Protesters at Wapping with board showing contrasting portrayals of men and women on sides of board
Bare breast activists were cheering after media tycoon Rupert Murdoch hinted he might ditch Page 3 from The Sun newspaper.
The Australian, 81, revealed on Twitter that he was "considering" the future of the controversial daily feature in which young women strip to their knickers for Britain's biggest-selling tabloid.
Murdoch was speaking after being ambushed on the social network by user Karen Mason.
Mason had contacted the proprietor using the hashtage #nomorepage3, saying: "Seriously, we are all so over page 3 - it is so last century!"
Murdoch replied: "Page three so last century! You maybe right, don't know but considering. Perhaps halfway house with glamourous fashionistas."
Lucy Holmes, who helped mastermind the No More Page 3 campaign, welcomed Murdoch's comment. The group is drawing up a petition to end Page 3 and regularly pickets News International headquarters in Wapping.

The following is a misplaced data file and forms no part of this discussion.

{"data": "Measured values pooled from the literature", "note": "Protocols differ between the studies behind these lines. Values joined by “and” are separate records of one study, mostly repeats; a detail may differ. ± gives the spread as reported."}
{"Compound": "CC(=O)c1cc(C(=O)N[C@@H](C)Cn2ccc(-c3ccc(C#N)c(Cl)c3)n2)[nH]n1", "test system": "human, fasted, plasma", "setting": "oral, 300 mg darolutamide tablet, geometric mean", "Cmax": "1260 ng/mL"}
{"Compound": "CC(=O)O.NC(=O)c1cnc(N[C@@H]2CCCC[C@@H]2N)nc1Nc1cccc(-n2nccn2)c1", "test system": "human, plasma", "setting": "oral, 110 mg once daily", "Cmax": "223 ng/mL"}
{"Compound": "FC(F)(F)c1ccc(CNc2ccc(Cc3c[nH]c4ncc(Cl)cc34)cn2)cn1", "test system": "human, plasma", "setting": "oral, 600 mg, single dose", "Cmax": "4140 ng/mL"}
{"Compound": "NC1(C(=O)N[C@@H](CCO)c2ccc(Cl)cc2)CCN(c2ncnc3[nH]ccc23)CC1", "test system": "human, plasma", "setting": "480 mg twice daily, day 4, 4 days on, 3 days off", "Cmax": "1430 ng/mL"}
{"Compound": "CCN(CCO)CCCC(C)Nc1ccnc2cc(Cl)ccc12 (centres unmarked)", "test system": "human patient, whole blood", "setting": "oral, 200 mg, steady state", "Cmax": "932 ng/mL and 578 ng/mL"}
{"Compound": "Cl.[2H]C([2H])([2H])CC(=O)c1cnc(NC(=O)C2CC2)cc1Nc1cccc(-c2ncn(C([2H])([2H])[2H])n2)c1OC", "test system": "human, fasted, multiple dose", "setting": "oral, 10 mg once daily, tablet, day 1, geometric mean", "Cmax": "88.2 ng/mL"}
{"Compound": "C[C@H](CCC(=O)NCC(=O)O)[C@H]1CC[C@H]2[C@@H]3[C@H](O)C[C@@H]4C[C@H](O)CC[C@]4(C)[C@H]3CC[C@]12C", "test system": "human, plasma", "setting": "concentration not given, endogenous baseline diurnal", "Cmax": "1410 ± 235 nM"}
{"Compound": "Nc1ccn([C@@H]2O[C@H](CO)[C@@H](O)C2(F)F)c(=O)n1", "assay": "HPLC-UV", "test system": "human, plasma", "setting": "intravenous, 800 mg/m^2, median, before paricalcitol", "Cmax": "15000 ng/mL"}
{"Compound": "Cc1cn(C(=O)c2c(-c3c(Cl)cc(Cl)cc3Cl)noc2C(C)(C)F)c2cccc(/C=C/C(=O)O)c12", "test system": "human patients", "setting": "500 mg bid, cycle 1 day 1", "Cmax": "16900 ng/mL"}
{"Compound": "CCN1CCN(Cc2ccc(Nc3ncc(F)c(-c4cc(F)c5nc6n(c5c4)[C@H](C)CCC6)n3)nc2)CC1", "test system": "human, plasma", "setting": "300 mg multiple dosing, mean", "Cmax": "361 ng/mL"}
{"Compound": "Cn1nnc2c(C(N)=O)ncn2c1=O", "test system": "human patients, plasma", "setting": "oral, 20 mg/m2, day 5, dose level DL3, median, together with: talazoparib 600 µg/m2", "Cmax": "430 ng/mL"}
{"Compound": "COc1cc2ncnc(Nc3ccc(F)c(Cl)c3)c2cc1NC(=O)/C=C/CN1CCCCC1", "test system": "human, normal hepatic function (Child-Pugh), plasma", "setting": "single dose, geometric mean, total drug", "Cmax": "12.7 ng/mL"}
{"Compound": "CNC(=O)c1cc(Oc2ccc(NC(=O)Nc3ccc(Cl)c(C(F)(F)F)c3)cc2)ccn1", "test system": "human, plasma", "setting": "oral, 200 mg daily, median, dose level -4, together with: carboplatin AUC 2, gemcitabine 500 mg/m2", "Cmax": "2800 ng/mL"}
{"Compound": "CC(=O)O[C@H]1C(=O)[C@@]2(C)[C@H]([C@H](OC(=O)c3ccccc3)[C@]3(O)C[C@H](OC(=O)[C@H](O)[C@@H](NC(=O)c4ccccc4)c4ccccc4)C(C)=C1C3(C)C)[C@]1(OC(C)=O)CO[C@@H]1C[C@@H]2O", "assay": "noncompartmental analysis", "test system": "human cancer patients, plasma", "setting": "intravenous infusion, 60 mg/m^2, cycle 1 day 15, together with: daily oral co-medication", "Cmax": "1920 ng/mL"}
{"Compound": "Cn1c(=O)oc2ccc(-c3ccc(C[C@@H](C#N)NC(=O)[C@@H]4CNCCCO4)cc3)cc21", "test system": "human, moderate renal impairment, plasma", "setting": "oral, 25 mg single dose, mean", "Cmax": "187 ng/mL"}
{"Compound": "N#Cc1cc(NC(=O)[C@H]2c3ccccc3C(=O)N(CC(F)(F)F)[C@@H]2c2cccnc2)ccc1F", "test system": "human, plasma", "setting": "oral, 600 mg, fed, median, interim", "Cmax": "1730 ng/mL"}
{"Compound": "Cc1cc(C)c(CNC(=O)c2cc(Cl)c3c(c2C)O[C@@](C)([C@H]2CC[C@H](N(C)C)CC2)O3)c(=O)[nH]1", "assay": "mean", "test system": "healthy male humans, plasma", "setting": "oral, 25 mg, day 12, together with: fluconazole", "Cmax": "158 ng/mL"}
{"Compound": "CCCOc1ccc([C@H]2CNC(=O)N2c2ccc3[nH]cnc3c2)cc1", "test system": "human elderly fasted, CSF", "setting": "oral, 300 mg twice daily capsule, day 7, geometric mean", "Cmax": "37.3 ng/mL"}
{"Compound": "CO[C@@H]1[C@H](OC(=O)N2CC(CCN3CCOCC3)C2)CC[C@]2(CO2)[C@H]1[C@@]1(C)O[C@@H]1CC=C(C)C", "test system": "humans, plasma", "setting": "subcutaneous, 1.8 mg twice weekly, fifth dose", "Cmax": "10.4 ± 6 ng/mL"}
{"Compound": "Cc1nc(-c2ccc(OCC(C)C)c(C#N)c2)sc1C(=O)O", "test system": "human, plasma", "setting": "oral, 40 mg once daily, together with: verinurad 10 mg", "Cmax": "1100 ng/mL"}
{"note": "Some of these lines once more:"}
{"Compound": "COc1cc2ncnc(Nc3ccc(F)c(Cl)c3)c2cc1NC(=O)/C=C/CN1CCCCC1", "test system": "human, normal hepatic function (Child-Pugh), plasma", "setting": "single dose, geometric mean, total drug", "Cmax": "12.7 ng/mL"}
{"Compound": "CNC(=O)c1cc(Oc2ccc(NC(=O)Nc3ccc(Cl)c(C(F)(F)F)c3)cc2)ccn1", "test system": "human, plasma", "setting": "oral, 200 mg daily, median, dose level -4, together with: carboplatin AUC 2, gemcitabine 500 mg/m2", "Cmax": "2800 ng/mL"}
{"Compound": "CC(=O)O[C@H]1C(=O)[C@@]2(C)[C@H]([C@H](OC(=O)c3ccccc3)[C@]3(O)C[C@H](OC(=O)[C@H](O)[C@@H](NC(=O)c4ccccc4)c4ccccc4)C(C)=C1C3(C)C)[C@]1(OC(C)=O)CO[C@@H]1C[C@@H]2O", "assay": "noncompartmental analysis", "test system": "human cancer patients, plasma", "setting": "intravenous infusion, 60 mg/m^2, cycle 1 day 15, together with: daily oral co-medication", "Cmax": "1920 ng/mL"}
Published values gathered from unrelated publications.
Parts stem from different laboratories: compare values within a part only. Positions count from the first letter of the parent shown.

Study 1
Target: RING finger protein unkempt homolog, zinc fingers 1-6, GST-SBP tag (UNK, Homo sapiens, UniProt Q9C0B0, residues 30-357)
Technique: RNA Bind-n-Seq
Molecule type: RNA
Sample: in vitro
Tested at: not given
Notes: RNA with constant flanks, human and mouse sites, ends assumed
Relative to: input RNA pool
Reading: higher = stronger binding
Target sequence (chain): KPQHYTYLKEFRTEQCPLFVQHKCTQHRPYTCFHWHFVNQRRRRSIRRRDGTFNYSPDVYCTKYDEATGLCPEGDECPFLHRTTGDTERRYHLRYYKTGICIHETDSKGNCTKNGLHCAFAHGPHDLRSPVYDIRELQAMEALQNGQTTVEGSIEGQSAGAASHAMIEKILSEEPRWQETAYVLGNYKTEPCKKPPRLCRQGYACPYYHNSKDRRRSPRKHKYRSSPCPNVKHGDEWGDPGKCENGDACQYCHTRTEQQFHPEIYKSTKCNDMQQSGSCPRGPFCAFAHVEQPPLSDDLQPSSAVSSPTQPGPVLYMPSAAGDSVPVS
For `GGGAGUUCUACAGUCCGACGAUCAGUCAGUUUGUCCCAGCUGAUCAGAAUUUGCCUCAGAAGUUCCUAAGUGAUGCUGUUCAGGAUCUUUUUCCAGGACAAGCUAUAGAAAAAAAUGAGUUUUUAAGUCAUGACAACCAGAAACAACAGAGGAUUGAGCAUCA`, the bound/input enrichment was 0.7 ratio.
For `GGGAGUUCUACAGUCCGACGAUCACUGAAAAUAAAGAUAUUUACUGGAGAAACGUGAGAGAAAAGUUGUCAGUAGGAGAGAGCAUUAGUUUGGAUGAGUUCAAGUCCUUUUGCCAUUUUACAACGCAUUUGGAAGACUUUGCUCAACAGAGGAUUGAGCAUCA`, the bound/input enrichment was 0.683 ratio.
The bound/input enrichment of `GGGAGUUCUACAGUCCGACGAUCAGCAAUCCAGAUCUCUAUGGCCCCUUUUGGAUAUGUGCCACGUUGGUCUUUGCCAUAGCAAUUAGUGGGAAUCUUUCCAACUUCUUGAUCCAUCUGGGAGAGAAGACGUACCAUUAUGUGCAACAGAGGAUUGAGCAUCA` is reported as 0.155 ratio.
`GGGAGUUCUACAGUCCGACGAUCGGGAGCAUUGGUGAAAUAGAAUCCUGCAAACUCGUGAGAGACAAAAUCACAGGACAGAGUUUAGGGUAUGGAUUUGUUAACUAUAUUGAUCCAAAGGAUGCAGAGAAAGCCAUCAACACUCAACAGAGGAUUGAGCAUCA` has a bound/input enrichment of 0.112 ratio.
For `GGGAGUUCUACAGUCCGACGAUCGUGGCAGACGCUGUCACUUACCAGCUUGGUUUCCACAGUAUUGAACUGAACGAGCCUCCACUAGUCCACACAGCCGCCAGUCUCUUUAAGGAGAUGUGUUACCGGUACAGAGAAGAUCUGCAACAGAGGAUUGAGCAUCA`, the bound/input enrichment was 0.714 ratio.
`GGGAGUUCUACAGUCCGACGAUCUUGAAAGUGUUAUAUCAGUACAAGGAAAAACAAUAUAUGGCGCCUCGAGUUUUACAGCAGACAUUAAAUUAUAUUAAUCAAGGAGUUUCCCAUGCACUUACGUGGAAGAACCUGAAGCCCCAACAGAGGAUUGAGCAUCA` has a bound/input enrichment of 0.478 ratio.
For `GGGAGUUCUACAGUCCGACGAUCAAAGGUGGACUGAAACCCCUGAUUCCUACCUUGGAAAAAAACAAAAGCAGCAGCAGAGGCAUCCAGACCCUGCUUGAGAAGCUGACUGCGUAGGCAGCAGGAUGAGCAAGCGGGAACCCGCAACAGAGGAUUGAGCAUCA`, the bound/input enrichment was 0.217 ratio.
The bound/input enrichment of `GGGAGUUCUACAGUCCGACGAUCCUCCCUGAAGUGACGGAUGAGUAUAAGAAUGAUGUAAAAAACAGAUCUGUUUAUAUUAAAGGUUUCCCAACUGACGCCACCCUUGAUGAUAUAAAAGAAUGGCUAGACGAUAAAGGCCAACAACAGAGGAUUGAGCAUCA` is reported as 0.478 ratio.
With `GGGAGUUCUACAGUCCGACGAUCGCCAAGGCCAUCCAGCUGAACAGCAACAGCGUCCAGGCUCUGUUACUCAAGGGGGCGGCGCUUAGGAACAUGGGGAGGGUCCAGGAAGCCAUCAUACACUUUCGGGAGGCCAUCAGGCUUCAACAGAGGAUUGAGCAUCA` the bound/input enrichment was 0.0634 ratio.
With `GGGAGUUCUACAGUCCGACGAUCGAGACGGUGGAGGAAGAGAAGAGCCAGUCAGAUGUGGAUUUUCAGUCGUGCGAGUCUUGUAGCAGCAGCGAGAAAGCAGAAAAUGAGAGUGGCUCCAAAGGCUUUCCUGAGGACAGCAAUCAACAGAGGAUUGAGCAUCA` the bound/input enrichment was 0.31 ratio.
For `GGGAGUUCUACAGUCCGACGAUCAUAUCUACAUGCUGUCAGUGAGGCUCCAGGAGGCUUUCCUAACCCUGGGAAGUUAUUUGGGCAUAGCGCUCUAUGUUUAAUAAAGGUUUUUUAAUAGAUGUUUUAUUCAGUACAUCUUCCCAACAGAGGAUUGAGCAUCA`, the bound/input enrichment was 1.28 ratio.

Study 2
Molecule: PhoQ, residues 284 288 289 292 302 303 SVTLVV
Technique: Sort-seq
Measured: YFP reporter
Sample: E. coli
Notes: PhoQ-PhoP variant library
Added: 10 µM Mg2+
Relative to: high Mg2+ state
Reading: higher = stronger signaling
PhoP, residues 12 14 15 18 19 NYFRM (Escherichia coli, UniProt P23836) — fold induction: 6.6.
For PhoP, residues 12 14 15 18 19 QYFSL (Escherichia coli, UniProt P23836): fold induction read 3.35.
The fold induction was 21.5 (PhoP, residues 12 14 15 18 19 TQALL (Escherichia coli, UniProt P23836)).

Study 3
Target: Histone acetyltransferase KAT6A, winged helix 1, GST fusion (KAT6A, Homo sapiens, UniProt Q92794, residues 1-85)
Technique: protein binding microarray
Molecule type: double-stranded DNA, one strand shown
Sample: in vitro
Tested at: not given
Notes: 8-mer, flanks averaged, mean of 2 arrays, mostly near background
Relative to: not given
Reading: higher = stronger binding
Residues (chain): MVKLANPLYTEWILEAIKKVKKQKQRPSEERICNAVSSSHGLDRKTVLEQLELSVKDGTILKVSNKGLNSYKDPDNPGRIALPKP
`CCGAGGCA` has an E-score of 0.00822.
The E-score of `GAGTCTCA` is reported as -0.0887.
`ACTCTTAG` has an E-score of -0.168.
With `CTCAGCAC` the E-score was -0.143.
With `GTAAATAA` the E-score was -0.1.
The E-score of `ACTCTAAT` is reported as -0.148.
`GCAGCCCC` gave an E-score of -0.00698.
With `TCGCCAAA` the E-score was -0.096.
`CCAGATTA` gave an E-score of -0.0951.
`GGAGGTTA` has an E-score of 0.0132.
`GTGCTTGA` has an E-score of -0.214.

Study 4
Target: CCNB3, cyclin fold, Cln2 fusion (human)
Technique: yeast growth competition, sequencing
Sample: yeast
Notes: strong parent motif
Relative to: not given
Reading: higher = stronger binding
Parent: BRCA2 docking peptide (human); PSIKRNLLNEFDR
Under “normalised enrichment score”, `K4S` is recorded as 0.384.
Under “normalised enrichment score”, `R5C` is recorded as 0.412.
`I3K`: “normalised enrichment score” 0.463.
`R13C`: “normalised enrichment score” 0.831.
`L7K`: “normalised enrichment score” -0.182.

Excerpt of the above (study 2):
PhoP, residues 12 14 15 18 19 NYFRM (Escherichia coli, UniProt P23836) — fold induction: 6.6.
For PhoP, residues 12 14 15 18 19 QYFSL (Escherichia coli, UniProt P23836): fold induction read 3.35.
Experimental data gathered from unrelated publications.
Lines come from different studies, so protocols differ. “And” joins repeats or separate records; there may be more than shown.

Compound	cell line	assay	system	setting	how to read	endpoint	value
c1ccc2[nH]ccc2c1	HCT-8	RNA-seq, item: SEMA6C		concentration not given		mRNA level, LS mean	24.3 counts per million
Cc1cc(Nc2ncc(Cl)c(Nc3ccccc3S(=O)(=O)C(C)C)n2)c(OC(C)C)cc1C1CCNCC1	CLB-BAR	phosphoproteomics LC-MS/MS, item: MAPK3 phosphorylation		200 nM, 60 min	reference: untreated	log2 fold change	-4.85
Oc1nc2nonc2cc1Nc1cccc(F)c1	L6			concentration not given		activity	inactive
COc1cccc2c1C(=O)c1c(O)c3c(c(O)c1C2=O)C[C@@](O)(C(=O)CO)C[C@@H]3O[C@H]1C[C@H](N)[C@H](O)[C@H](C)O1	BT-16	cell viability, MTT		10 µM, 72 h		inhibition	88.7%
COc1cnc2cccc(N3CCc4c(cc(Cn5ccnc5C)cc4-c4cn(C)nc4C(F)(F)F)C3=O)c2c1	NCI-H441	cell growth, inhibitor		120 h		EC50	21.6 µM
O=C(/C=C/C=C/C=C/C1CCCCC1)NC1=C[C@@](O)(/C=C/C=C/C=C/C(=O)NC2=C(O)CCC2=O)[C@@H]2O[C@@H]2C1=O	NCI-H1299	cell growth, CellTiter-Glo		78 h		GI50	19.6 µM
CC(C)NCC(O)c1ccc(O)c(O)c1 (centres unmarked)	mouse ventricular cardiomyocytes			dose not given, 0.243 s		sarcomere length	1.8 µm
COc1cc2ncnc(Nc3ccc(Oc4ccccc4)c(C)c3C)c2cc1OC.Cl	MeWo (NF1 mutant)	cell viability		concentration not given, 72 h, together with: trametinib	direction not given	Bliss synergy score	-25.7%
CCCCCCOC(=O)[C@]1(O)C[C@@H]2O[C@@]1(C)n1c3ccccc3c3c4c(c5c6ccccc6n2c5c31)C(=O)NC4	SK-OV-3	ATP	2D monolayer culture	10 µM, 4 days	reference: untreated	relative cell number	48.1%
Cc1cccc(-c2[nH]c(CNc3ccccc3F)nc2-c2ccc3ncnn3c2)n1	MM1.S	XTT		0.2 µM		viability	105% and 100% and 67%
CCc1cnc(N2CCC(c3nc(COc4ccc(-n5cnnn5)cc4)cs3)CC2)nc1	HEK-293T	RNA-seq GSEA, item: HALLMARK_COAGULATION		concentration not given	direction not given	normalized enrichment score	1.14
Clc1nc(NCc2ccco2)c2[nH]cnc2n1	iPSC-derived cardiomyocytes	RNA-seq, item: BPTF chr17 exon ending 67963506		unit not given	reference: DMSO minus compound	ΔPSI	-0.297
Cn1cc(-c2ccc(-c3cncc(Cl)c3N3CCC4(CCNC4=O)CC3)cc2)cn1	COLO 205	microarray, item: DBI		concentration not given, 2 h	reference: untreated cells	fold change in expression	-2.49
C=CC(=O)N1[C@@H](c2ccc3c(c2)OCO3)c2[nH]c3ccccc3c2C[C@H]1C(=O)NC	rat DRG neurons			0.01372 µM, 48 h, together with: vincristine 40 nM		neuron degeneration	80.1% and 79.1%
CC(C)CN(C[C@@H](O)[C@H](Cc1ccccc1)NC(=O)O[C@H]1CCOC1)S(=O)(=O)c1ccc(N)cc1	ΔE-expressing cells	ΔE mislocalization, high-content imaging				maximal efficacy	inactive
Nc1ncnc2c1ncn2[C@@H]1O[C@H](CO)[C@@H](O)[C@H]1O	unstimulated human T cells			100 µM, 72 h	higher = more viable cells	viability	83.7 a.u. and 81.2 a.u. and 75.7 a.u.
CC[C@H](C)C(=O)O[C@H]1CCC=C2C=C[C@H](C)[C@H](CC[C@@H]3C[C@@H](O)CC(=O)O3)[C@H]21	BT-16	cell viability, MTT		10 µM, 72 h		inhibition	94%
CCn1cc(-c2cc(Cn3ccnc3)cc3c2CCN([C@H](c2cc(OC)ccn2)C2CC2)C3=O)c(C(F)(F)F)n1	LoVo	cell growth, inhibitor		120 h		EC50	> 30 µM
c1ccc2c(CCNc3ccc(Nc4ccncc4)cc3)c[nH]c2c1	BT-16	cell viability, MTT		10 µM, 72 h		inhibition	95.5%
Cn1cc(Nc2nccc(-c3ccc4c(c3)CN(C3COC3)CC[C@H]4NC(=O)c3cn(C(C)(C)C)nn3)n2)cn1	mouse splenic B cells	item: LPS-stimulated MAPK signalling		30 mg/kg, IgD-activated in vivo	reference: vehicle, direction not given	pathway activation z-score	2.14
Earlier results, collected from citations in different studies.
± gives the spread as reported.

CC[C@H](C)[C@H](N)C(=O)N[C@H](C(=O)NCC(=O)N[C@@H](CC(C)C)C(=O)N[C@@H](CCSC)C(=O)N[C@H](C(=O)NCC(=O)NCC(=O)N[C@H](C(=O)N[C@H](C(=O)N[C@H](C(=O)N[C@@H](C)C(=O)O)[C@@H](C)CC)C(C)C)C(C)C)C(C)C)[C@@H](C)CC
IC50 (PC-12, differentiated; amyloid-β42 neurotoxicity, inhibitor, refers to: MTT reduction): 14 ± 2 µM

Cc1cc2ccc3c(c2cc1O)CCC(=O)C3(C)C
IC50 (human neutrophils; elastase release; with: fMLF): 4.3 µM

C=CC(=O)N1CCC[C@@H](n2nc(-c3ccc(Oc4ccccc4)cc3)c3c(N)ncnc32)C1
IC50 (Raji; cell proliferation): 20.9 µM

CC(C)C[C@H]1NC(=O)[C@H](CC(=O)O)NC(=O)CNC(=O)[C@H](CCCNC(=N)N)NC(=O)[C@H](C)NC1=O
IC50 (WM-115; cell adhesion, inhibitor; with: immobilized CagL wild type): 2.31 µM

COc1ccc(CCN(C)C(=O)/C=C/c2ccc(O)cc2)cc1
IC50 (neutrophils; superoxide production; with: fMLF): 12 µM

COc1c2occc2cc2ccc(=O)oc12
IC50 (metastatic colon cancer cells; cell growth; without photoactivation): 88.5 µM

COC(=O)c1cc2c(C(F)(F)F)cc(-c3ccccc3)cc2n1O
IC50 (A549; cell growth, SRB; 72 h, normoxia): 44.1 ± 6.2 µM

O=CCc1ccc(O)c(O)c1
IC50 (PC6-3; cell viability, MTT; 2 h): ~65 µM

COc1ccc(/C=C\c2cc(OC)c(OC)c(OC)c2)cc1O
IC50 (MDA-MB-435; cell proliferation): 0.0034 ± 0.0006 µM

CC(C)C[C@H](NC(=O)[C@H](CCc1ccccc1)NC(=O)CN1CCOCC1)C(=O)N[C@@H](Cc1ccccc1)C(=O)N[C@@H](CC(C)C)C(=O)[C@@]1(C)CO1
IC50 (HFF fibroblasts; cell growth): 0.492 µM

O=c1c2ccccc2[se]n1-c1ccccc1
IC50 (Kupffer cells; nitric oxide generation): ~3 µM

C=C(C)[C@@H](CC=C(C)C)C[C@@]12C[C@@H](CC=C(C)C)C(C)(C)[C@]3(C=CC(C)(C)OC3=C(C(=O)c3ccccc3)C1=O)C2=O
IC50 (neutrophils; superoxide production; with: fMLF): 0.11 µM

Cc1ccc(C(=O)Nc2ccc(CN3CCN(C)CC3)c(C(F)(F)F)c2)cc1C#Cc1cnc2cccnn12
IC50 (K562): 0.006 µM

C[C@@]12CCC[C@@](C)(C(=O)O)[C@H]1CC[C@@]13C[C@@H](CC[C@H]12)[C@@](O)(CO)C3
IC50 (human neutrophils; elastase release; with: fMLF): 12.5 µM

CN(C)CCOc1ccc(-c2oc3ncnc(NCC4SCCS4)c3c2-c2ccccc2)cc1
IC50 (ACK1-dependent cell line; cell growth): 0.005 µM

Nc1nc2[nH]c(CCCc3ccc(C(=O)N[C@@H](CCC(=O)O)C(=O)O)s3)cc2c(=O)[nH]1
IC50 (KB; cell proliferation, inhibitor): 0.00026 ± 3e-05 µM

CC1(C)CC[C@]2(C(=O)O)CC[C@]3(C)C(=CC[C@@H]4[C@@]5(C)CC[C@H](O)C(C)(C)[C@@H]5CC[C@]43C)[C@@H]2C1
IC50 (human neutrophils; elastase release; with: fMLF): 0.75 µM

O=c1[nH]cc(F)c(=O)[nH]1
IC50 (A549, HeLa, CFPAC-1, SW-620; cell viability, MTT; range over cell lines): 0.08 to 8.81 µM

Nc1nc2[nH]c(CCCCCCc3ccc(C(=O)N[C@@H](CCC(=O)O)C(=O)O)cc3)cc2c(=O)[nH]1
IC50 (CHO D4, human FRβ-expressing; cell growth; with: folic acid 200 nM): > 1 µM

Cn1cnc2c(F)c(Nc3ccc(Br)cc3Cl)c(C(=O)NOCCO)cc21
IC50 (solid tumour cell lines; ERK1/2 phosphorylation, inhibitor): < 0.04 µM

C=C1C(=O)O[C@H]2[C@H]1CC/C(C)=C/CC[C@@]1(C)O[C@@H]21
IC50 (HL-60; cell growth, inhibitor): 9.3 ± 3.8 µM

"We're obviously happy that Rupert Murdoch is thinking about this important issue," she told IBTimes UK.
"We've said from the start that this isn't about legislation or censorship but about the top people at the Sun getting to grips with the outdated and sexist nature of Page 3.
It's a testament to the campaigning of over 60,000 people that signed the petition on Change.org that the very top person is listening."
Holmes, who launched the petition from her home in Hove, Great Britain, has drawn a string of celebrities to the campaign to drop Page 3. They include former government spin doctor Alastair Campbell, comedian Jennifer Saunders and Glamour magazine.
No decision on the future of Page 3 has yet been announced by Murdoch's News International, which publishes The Sun.
Murdoch cancelled another News International publication, The News of the World, in 2011 at the height of the phone hacking scandal.
No More Page 3 told IBTimes UK that other titles trading in naked female flesh could soon be its sights.
A spokesman said: "The campaign is looking at other future campaigns which look at other titles and issues, for example the visibility of sexist images on publications in retail outlets."
Murdoch is understood to have not approved when former editor Larry Lamb introduced topless young women to The Sun in 1970. But he opted to stay quiet because circulation was high and rising.
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